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LIGHTNING

What caused Germany’s deadly storm?

Severe storms have caught parts of western Germany off guard, killing six people and causing millions of euros worth of damage as well as travel delays. But what is causing the unpredictable weather?

What caused Germany's deadly storm?
An uprooted chestnut tree in Düsseldorf on Monday. Photo: DPA

The mingling of hot air from southern Germany and air form the north, which was 10C cooler, created conditions that resulted in the violent storms which devastated parts of the state of North Rhine-Westphalia on Monday night and Tuesday morning.

Thomas Ruppert of the German Weather Service (DWD) said on Tuesday that the hot southern air brought high temperatures of 37 degrees. The country baked over the holiday weekend in record temperatures.

That hot air then met with cool northern air which had blown in over from the English Channel. Ruppert said normally nature tries to mediate the tension between these two temperature extremes but "eventually it snaps".

Once the hot and humid air had risen, thunderstorms formed and created strong gusts of wind. Wind speeds of over 140 km/h were measured, which, according to Rupert, is quite rare.

According to the DWD, an average of 20-40 thunderstorms hit Germany in a given place each year, typically in the summer. They usually bring heavy rains and occasional hale.

Around two million lightning flashes also occur in the country annually. However, only 200,000 to 400,000 of these touch the ground, according to the DWD. The majority travel from cloud to cloud.

SEE ALSO: Violent storms kill six in western Germany

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WEATHER

Snowfall due at the weekend as winter arrives in Germany

After a cold blast at the end of November, winter in Germany is set to begin with yet more snow, making it the perfect time to dig out a puffer coat and get out to Christmas market.

Snowfall due at the weekend as winter arrives in Germany

German punctuality has struck once again as winter looks set to arrive right on cue this year, with a flurry of snowfall, ice and frosty conditions in several regions of the country.

According to the German Weather Service (DWD), Saxony-Anhalt could see the mercury drop as low as -6C on Friday as snow continues to fall until the afternoon. The Harz mountains will also get a festive dusting of snow, with temperatures ranging from -1 to -3C in the coming days.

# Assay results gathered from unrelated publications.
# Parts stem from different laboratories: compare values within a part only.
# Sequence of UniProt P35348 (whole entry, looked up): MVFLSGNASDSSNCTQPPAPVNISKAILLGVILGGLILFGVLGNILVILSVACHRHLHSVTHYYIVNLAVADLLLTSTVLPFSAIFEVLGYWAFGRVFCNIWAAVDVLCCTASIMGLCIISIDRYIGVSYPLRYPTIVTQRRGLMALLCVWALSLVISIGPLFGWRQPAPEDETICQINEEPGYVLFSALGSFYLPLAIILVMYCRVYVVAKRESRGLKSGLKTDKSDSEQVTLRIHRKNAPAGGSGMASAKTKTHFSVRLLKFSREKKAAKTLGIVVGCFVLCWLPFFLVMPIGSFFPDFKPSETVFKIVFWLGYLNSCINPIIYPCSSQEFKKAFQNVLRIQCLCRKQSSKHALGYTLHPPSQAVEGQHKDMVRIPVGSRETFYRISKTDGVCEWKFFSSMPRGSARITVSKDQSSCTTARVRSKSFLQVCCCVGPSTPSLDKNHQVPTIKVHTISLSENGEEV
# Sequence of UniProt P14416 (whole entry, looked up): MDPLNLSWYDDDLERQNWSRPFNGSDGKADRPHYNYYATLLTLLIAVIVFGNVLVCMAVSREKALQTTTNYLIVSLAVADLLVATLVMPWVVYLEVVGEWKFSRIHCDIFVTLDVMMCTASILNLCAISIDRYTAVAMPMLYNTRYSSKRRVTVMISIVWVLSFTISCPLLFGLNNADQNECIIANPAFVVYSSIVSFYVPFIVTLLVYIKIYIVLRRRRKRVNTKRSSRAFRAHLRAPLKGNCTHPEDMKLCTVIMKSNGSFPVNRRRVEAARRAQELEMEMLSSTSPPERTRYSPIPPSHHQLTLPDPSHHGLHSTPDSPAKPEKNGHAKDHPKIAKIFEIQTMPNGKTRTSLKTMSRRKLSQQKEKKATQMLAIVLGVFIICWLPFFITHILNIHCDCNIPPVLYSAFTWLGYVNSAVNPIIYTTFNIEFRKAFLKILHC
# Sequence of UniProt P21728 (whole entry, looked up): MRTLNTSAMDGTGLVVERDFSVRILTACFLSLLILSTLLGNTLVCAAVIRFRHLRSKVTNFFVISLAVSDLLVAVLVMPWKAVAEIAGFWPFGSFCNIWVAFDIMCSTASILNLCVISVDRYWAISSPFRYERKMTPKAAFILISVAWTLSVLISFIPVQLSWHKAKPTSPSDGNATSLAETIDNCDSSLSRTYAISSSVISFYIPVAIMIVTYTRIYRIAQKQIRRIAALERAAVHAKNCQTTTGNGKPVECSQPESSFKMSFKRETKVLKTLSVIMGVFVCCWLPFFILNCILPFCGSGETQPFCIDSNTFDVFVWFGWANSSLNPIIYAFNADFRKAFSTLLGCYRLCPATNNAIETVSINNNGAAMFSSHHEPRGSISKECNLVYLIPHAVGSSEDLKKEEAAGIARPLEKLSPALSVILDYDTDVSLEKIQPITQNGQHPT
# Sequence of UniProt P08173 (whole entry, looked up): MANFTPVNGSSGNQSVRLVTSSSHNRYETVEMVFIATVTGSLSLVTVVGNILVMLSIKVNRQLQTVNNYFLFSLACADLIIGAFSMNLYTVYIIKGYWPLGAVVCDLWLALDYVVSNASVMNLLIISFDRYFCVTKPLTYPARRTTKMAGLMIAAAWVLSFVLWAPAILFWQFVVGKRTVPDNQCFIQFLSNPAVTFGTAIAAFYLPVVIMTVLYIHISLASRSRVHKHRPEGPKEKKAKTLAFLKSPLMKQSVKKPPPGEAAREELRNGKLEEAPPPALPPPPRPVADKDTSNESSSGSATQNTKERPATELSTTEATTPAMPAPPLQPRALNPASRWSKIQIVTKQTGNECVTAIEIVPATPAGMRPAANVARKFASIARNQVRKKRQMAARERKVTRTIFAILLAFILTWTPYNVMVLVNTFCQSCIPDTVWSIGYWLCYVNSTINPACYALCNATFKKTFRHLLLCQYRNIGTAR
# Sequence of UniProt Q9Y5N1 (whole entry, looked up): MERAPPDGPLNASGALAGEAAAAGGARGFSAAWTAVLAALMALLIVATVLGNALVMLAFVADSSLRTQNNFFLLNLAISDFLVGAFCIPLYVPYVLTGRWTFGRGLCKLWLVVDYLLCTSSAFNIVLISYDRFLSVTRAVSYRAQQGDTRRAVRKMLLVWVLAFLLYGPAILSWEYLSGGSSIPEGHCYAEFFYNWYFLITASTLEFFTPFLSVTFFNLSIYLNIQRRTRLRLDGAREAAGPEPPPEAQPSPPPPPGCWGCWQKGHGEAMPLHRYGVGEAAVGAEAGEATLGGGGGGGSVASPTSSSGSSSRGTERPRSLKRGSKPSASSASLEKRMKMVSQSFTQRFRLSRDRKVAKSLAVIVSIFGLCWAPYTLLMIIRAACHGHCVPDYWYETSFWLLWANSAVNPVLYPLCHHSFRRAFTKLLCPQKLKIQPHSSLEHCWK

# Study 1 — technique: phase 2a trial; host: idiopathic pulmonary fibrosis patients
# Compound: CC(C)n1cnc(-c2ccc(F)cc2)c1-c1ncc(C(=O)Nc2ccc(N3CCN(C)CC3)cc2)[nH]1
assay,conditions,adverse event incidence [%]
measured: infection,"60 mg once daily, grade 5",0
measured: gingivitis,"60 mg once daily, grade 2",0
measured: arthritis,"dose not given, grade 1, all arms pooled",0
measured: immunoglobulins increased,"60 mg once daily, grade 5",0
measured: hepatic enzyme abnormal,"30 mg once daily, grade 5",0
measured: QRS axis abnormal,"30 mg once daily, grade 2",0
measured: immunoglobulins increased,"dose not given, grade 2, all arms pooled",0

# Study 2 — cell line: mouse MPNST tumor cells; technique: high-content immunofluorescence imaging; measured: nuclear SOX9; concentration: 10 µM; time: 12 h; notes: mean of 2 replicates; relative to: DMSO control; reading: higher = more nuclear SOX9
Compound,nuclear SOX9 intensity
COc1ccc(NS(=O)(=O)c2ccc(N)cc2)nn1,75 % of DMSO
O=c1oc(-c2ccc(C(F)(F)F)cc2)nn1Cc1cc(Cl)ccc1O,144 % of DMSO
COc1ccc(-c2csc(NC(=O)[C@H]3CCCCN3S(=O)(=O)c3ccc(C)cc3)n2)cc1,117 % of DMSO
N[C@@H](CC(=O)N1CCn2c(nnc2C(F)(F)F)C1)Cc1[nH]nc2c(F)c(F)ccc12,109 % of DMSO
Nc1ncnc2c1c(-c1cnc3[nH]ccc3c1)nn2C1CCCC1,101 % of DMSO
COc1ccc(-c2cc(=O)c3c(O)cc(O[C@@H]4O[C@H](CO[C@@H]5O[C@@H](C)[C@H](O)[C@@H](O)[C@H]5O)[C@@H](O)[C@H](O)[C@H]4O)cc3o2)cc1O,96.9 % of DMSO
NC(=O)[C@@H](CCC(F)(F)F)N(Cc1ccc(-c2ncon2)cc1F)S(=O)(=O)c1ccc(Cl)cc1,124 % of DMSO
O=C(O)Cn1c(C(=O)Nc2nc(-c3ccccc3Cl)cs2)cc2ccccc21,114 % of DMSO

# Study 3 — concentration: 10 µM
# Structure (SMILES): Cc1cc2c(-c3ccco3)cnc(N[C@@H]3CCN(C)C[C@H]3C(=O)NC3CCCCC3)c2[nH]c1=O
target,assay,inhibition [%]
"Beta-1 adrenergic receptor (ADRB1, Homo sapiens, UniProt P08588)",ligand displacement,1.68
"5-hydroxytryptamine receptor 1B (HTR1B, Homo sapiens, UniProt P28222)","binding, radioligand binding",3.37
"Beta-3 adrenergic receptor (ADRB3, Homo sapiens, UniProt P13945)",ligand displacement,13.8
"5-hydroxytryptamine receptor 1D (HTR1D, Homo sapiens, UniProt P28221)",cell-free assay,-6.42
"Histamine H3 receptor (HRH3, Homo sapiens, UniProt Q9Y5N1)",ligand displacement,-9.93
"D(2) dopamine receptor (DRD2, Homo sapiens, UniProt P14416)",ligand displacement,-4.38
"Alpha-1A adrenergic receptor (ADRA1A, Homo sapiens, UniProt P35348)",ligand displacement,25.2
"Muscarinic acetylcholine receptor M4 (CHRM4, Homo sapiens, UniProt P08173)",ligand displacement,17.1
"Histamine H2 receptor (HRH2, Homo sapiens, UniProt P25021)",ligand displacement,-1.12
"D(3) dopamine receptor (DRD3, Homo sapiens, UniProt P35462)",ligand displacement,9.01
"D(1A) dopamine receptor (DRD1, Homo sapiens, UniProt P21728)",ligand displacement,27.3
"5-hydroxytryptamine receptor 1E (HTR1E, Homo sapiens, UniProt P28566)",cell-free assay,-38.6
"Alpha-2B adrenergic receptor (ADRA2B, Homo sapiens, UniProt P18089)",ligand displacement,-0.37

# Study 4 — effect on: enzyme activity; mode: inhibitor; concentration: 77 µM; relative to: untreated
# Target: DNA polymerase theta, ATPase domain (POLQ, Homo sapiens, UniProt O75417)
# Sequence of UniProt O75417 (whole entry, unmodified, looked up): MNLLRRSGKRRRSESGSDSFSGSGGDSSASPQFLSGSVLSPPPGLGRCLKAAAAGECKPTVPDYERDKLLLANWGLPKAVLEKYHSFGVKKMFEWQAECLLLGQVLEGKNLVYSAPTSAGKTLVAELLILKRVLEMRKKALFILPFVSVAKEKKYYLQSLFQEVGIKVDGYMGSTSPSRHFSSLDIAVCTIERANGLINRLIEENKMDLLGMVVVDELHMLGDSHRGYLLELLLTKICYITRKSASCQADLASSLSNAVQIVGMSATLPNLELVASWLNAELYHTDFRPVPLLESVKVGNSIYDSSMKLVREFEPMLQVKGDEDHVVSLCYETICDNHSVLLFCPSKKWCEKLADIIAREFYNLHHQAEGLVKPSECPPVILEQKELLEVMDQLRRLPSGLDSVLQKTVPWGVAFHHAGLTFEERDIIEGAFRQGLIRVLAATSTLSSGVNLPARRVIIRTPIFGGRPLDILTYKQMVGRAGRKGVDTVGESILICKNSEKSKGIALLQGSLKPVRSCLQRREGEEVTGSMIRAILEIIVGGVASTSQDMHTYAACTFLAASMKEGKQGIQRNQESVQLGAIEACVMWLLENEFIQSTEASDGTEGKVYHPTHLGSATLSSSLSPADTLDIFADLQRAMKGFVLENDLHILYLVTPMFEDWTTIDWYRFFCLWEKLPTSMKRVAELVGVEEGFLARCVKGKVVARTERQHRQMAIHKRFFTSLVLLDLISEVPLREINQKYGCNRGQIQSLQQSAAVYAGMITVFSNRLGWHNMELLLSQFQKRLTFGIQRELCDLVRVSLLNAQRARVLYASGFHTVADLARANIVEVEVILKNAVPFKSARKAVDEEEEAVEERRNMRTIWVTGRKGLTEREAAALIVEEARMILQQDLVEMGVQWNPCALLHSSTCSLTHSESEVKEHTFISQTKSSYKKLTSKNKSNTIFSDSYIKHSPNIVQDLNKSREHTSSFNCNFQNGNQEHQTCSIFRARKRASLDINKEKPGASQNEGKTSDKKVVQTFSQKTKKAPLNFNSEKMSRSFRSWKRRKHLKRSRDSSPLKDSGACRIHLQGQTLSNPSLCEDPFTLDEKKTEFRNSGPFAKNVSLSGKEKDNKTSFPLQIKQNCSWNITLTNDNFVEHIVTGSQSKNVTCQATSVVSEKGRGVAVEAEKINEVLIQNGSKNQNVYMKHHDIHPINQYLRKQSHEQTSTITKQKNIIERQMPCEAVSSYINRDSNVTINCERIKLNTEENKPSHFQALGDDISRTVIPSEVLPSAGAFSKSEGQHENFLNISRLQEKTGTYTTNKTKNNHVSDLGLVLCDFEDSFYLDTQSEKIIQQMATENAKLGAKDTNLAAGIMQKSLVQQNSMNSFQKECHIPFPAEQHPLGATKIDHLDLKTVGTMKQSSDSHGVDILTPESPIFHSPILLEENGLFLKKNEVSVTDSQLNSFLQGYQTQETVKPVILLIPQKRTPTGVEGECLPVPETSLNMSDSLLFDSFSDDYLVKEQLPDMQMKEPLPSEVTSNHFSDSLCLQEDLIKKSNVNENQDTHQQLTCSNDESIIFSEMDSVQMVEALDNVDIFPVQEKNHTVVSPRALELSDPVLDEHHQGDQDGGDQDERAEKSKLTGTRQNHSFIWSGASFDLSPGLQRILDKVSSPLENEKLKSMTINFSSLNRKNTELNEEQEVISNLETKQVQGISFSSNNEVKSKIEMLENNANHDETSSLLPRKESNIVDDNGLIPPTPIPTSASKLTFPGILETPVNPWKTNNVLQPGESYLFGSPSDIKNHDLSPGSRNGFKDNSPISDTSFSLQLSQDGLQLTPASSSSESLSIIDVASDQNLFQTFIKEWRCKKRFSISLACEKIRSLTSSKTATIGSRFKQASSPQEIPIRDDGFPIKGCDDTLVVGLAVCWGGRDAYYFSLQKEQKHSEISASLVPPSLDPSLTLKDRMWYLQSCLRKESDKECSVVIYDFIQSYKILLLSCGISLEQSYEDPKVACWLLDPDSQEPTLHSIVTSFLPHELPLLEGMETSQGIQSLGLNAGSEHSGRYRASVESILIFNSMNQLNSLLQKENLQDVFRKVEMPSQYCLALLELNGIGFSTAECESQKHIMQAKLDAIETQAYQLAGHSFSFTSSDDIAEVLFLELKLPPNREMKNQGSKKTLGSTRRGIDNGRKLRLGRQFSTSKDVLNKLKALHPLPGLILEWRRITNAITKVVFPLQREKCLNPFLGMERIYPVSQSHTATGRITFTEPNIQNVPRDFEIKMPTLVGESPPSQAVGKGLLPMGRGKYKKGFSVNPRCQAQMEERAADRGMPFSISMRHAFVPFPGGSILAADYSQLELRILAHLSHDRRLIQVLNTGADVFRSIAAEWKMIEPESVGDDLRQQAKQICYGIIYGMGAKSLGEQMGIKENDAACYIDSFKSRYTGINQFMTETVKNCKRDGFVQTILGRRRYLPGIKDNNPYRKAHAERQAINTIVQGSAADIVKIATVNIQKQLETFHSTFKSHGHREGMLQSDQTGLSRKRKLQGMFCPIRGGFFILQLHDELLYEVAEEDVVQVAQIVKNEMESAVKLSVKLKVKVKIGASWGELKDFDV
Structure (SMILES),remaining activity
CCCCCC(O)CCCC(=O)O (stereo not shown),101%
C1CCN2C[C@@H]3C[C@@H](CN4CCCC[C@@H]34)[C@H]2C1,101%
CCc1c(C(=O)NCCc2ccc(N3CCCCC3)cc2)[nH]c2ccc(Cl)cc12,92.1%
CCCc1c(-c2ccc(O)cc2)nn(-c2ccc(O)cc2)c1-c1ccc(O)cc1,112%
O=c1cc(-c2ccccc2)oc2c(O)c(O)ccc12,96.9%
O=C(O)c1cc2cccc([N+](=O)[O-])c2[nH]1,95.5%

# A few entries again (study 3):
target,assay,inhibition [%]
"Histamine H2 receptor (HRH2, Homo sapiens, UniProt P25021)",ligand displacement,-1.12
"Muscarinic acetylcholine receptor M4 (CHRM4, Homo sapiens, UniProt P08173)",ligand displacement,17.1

Saturday is set to be overcast in the region with up to 5cm of snowfall, but things could dry up on Sunday as temperatures rise to a nippy 1-3C. The eastern states of Saxony and Thuringia can also expect icy conditions and snow over the weekend.

In North Rhine-Westphalia, snow is also expected at higher altitudes. In eastern Westphalia and in the Sauerland region, there could be light snowfall or sleet, DWD reported on Friday. Drivers and cyclists should exercise caution as roads are likely to become slippery due to fresh snow or freezing rain.

DWD explains that two high-pressure areas are currently causing colder winds to sweep across Germany. The first, which caused snow to fall overnight across central Germany, is gradually heading south towards France – though the second is set to bring another icy spell to the country on Friday evening and into Saturday.

Bavaria will be the first to experience the chill as the high-pressure zone travels across the Alps overnight. 

The southern state is likely to have a soggy start to the weekend, with rain falling at lower altitudes – though more hilly and mountainous areas will see some snow. But as temperatures drop during the night, residents of Bavaria could see as much as 5cm as snow on Saturday morning.

READ ALSO: Surviving winter: 8 tips for enjoying the cold like a true German

The rest of the weekend will likely be marked by uniform grey skies, frost and drizzle, though those lucky enough to live in an Alpine region could see a few precious rays of sunshine too.

The weather will also take a distinctly wintry turn in Berlin and Brandenburg over the weekend, as the cold front sweeps across northeastern Germany on Saturday and towards the Baltic Sea. 

Friday is likely to be mostly chilly and overcast, with occasional rain or sleet and maximum temperatures of 2C. 

In the night, however, southern Brandenburg will start to see some fresh snowfall, which will move up across Berlin and to the north of Brandenburg over the course of Saturday.

Snow falls outside the Reichstag in Berlin

Snow falls outside the Reichstag in Berlin on Wednesday. Photo: picture alliance/dpa | Christoph Soeder

Berliners should be sure to wrap up if they’re heading out to enjoy the festive scenes, since the mercury is likely to hover between zero and -2C. 

Will the snow settle? 

Unfortunately the dusting of white is unlikely to stick around long in most places – so make your snow angels while you can. 

Misty or overcast skies will return on Advent Sunday, while occasional drizzle could well turn Saturday’s snow into slush. Hilly and mountainous regions will be the only ones treated to an extra helping of snow.

Meanwhile, Monday is set to get off to a soggy and wet start, with rainfall in most regions and temperatures between 1C and 5C. 

READ ALSO: Will Germany see more snow this winter?

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